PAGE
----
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Think Tank’s Blueprint: Attracting ASEAN Talent to Hong Kong Universities


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Hong Kong, long revered as a bustling metropolis and financial powerhouse, is now setting its sights on becoming a global education hub.

The Our Hong Kong Foundation, a think tank founded by former city leader Tung Chee-hwa, has put forth a visionary proposal to increase the proportion of non-local undergraduates in Hong Kong’s universities from the current 20 percent to an ambitious 50 percent. This bold move aims to attract talent from the ASEAN region and elevate the city’s stature on the international stage.


As Hong Kong grapples with a labor shortfall, exacerbated by a drop of 140,000 workers between 2020 and 2022, it has become imperative to explore innovative solutions. The think tank’s recommendations, which emerged after consultations with over 40 stakeholders, including university deans and education service providers, offer a comprehensive strategy to not only address the labor shortage but also enhance the city’s appeal to non-local students.


Redefining Student Demographics

One of the cornerstone recommendations is the adjustment of the cap on non-local students in publicly funded universities. Currently set at 20 percent, this cap would be elevated to 50 percent for both degree and sub-degree levels. While the University Grants Committee (UGC) initially proposed a more modest increase to 40 percent by 2024-25, the think tank’s proposal aims for a more ambitious transformation.


Despite concerns about a short-term surge in mainland Chinese undergraduates due to higher demand for degrees, the think tank remains confident in the feasibility of this proposal. Data from UGC-funded universities in the 2022-23 academic year showed that 75 percent of non-local students were from the mainland, with 21 percent from other Asian countries and 4 percent from the rest of the world. While mainland students may initially dominate, the think tank anticipates greater diversity among non-local students over time, thanks to their holistic recommendations.


A Diverse Student Body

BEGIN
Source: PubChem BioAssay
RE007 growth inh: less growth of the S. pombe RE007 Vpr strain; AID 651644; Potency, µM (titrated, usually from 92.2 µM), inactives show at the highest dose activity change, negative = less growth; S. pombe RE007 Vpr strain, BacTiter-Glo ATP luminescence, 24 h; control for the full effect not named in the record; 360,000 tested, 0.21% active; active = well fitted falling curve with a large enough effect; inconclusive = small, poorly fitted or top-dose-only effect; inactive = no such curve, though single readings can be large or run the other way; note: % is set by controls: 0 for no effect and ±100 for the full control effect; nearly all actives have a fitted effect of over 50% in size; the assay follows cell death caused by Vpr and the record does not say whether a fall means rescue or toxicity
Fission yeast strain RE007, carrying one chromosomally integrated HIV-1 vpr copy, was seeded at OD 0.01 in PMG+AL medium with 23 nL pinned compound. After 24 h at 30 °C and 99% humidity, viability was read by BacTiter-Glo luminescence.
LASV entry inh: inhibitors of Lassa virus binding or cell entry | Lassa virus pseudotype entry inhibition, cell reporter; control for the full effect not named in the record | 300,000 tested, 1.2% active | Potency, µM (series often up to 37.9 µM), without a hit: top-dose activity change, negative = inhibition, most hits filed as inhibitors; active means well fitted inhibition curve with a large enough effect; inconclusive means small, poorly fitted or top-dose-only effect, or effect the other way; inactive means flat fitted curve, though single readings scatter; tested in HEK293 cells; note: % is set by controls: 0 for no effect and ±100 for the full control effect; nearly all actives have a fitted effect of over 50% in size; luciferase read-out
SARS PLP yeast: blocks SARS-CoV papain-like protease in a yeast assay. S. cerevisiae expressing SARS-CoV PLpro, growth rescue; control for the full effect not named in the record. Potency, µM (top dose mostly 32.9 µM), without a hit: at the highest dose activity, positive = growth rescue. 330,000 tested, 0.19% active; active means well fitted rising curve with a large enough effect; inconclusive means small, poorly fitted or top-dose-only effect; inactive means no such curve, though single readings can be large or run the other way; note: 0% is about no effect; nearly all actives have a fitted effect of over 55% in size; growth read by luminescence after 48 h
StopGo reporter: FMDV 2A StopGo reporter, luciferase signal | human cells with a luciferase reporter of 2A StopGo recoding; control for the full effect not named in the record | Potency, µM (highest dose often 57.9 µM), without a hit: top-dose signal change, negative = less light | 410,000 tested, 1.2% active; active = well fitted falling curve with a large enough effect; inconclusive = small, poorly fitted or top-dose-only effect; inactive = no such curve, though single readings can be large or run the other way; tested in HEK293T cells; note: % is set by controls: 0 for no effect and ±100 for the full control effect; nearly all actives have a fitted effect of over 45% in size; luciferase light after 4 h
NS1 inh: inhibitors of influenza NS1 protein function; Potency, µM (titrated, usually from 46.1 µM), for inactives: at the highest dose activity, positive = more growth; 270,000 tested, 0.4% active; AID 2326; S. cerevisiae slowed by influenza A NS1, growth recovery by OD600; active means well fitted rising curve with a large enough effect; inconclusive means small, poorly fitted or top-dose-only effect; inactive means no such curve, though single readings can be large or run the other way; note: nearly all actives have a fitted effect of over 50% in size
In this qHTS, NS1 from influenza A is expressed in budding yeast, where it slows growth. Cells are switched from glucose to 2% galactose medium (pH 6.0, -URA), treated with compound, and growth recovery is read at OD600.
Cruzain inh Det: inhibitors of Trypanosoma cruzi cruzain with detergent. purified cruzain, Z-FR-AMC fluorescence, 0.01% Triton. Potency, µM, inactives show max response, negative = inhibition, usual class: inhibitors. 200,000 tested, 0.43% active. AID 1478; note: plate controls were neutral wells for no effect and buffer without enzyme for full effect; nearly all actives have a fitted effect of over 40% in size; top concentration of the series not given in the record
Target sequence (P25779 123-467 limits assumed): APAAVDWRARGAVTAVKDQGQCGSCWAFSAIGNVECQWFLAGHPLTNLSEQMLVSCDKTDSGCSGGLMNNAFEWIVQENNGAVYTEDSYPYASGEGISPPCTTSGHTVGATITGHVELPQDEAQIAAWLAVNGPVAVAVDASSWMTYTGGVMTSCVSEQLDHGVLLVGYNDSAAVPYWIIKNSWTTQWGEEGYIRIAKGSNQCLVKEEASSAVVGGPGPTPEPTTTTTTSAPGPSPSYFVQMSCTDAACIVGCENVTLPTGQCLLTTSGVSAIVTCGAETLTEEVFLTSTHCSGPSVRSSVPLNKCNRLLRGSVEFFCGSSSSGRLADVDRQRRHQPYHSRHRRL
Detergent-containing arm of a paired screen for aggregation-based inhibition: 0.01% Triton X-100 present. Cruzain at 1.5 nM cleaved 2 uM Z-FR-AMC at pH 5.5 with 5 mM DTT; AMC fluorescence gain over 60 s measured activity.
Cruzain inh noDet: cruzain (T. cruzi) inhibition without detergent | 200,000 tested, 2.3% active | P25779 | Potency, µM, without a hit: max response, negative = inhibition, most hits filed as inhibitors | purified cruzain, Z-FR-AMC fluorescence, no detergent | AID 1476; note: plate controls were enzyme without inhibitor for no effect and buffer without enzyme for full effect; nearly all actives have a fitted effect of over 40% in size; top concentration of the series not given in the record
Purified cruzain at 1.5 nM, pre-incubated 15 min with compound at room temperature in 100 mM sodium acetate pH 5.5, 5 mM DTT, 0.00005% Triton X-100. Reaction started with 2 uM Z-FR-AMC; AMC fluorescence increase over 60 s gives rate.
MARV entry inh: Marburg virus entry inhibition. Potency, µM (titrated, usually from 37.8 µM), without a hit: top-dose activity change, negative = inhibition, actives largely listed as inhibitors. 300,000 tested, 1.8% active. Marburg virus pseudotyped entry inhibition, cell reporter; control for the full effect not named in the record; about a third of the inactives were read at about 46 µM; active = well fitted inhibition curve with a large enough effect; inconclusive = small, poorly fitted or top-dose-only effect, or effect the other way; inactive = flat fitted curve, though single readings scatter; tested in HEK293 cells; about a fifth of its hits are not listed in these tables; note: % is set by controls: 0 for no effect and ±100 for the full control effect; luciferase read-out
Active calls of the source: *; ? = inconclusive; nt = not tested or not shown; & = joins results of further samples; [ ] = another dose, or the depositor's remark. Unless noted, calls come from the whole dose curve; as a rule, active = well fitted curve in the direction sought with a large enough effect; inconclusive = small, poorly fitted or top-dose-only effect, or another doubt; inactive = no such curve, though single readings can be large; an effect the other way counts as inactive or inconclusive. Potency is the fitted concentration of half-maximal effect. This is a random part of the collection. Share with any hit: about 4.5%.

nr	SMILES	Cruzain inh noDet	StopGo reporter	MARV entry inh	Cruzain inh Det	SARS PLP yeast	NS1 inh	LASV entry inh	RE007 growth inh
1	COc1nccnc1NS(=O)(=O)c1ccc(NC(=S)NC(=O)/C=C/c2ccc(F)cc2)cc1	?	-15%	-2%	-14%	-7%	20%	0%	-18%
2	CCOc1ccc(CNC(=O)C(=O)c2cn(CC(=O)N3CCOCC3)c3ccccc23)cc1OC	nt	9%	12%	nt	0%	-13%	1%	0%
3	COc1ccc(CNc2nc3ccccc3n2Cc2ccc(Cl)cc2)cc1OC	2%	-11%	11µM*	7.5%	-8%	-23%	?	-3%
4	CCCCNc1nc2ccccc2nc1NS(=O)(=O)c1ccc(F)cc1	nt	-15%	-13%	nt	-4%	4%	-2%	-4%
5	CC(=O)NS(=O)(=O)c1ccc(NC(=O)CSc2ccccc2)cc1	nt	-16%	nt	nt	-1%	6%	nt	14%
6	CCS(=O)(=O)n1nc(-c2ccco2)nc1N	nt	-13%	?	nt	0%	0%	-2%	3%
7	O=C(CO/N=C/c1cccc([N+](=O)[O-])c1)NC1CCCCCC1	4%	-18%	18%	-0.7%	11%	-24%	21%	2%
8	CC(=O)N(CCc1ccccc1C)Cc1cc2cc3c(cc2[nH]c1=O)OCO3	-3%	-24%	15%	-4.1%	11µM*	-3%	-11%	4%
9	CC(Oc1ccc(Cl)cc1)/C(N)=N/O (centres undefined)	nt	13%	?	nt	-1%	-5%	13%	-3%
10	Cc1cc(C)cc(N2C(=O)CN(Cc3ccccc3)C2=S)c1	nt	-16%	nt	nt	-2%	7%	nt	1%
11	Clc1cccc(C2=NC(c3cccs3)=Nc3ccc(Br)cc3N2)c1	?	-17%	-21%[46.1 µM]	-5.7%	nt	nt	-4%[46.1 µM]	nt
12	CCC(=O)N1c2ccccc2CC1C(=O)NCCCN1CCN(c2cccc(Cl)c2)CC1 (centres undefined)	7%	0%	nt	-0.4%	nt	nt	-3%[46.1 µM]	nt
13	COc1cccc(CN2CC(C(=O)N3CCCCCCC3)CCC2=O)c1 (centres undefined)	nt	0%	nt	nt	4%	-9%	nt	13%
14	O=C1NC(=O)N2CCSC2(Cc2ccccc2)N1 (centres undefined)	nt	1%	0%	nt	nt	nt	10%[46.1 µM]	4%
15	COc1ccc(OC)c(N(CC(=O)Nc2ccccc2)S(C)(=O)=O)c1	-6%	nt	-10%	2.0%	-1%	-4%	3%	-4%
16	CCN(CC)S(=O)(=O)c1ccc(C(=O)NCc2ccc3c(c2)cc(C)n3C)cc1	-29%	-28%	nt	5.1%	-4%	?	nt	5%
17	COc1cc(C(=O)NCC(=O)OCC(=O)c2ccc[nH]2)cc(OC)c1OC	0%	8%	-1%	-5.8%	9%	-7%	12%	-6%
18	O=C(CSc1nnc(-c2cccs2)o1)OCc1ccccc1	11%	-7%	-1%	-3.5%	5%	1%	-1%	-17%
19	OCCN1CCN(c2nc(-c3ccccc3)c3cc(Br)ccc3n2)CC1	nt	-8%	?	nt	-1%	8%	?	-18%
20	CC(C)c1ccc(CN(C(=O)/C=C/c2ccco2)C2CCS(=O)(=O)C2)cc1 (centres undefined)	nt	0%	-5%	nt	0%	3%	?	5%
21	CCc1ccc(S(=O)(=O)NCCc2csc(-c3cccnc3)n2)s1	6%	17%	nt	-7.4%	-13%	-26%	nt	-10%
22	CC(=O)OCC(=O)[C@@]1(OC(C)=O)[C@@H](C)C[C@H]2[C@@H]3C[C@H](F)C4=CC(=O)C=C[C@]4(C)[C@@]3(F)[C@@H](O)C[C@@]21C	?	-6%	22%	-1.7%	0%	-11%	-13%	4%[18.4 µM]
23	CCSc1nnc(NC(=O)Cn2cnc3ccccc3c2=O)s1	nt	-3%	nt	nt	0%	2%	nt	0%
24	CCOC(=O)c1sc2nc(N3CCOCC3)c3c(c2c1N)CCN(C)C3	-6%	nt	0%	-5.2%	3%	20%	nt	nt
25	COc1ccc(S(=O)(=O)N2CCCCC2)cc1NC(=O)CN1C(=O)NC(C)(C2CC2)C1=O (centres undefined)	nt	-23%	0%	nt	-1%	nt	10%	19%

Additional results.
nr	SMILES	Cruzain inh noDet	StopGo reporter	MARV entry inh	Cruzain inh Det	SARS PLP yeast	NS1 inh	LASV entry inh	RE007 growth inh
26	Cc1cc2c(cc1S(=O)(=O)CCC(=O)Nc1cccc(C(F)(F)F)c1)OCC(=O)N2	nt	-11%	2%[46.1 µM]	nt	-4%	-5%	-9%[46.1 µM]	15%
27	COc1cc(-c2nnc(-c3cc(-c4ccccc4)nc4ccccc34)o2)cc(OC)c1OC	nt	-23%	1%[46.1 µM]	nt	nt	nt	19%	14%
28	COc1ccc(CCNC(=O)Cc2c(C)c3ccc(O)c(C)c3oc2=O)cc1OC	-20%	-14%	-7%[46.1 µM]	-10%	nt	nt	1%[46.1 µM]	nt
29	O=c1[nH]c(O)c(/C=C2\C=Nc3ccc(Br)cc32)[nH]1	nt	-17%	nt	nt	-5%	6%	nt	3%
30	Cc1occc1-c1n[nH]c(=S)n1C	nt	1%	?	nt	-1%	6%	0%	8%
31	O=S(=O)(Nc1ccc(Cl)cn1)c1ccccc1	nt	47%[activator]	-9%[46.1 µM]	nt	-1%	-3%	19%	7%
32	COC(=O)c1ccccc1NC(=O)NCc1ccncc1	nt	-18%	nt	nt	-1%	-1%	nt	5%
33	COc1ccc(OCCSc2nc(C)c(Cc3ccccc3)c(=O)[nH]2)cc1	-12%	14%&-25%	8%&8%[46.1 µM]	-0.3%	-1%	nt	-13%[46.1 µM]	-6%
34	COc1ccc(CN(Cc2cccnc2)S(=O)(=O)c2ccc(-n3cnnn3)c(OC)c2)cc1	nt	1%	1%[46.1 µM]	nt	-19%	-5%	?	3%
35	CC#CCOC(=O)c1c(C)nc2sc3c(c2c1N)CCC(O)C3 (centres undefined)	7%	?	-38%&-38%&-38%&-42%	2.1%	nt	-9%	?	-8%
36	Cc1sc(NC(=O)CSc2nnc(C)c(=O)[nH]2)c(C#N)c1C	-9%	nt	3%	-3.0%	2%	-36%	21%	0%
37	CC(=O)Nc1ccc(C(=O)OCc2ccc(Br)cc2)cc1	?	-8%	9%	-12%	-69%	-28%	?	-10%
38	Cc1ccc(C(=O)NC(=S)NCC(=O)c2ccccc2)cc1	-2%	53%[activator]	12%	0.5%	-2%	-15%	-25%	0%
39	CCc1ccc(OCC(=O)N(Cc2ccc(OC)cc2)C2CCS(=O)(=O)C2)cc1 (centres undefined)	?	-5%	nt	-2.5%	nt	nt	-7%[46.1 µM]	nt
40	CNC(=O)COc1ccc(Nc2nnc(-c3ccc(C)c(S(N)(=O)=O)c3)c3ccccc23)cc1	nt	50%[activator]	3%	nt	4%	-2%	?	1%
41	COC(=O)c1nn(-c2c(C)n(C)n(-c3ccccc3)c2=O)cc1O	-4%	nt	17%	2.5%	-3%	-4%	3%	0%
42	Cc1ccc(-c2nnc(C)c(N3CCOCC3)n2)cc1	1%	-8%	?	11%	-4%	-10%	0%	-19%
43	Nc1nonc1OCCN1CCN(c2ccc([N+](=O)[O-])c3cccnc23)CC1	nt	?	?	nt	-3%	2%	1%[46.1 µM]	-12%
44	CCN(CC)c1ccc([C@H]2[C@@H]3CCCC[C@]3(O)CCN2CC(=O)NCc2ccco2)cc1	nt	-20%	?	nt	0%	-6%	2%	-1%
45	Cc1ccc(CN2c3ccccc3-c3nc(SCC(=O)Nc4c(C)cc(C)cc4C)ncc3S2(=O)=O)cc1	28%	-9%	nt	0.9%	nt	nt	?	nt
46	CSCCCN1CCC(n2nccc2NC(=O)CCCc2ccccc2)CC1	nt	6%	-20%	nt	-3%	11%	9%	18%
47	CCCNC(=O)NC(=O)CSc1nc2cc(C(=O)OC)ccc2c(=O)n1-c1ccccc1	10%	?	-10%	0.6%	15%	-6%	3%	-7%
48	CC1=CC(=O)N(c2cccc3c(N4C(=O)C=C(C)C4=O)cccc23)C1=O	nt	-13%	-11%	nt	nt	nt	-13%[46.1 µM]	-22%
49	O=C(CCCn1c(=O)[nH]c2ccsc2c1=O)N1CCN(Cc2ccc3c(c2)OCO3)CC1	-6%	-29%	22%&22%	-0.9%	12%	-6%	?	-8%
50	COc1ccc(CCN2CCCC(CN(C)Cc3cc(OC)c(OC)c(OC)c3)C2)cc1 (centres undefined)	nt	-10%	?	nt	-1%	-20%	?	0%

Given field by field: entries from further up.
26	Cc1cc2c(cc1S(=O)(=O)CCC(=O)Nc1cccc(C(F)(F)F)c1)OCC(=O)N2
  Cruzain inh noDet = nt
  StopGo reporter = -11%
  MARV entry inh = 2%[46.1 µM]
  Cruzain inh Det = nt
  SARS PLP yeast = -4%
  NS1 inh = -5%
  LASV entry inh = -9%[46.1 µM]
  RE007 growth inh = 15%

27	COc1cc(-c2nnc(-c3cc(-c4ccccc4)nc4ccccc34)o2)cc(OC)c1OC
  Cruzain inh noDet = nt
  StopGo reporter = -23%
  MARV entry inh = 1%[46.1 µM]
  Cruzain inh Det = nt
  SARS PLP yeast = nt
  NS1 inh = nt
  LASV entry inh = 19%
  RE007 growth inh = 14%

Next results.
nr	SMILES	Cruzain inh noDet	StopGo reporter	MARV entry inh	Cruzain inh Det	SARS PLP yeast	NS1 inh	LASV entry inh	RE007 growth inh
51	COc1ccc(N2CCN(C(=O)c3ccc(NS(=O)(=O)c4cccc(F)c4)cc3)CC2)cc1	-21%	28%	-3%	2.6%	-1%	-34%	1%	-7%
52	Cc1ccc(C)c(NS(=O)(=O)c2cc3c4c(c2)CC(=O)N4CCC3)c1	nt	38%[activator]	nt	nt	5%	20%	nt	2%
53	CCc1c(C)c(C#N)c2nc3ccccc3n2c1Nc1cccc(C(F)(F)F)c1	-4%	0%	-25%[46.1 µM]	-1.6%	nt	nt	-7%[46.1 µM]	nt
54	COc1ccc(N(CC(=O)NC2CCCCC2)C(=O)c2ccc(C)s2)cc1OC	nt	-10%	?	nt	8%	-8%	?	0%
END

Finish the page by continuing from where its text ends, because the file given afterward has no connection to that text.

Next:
To foster diversity and attract a broader range of international students, the foundation proposes expanding scholarships for students from the ASEAN and Belt and Road Initiative countries. This includes increasing the annual quota for Belt and Road scholarships from 100 to 300, a crucial step as Hong Kong marks the 10th anniversary of the Belt and Road plan—a central government initiative aimed at connecting economies across Asia, Europe, and Africa.


Over the past seven years, the Education Bureau has already awarded HK$118 million worth of scholarships to students from Belt and Road Initiative countries. Expanding this program would further enrich Hong Kong’s student population with global perspectives and talents.


A Holistic Approach to Transformation

The Our Hong Kong Foundation’s vision for Hong Kong’s transformation into a global education hub doesn’t end with adjusting student demographics and expanding scholarships. It also includes leveraging the Northern Metropolis to foster school-industry partnerships, seeking mutual recognition of higher diploma qualifications between Hong Kong and the mainland, and increasing the availability of commercially run student hostels.

These recommendations collectively paint a holistic picture of a vibrant and dynamic educational ecosystem that can attract students from diverse backgrounds and create a talent pool to drive Hong Kong’s future growth.



Hong Kong’s journey towards becoming a global education hub is a visionary one, driven by a commitment to innovation and excellence. The Our Hong Kong Foundation’s proposals, ranging from increasing non-local student proportions to expanding scholarships and fostering partnerships, lay the groundwork for a dynamic transformation. While it is acknowledged that there may be short-term challenges, the long-term benefits of a more diverse and globally connected student body will undoubtedly strengthen Hong Kong’s position on the world stage. As the city moves forward with these transformative recommendations, it is poised to realize its potential as a premier destination for education and innovation.

Zain Saleem
Zain Saleem
Zain Saleem is an Islamabad-based Group Editor who plays a crucial role at The Think Tank Journal.

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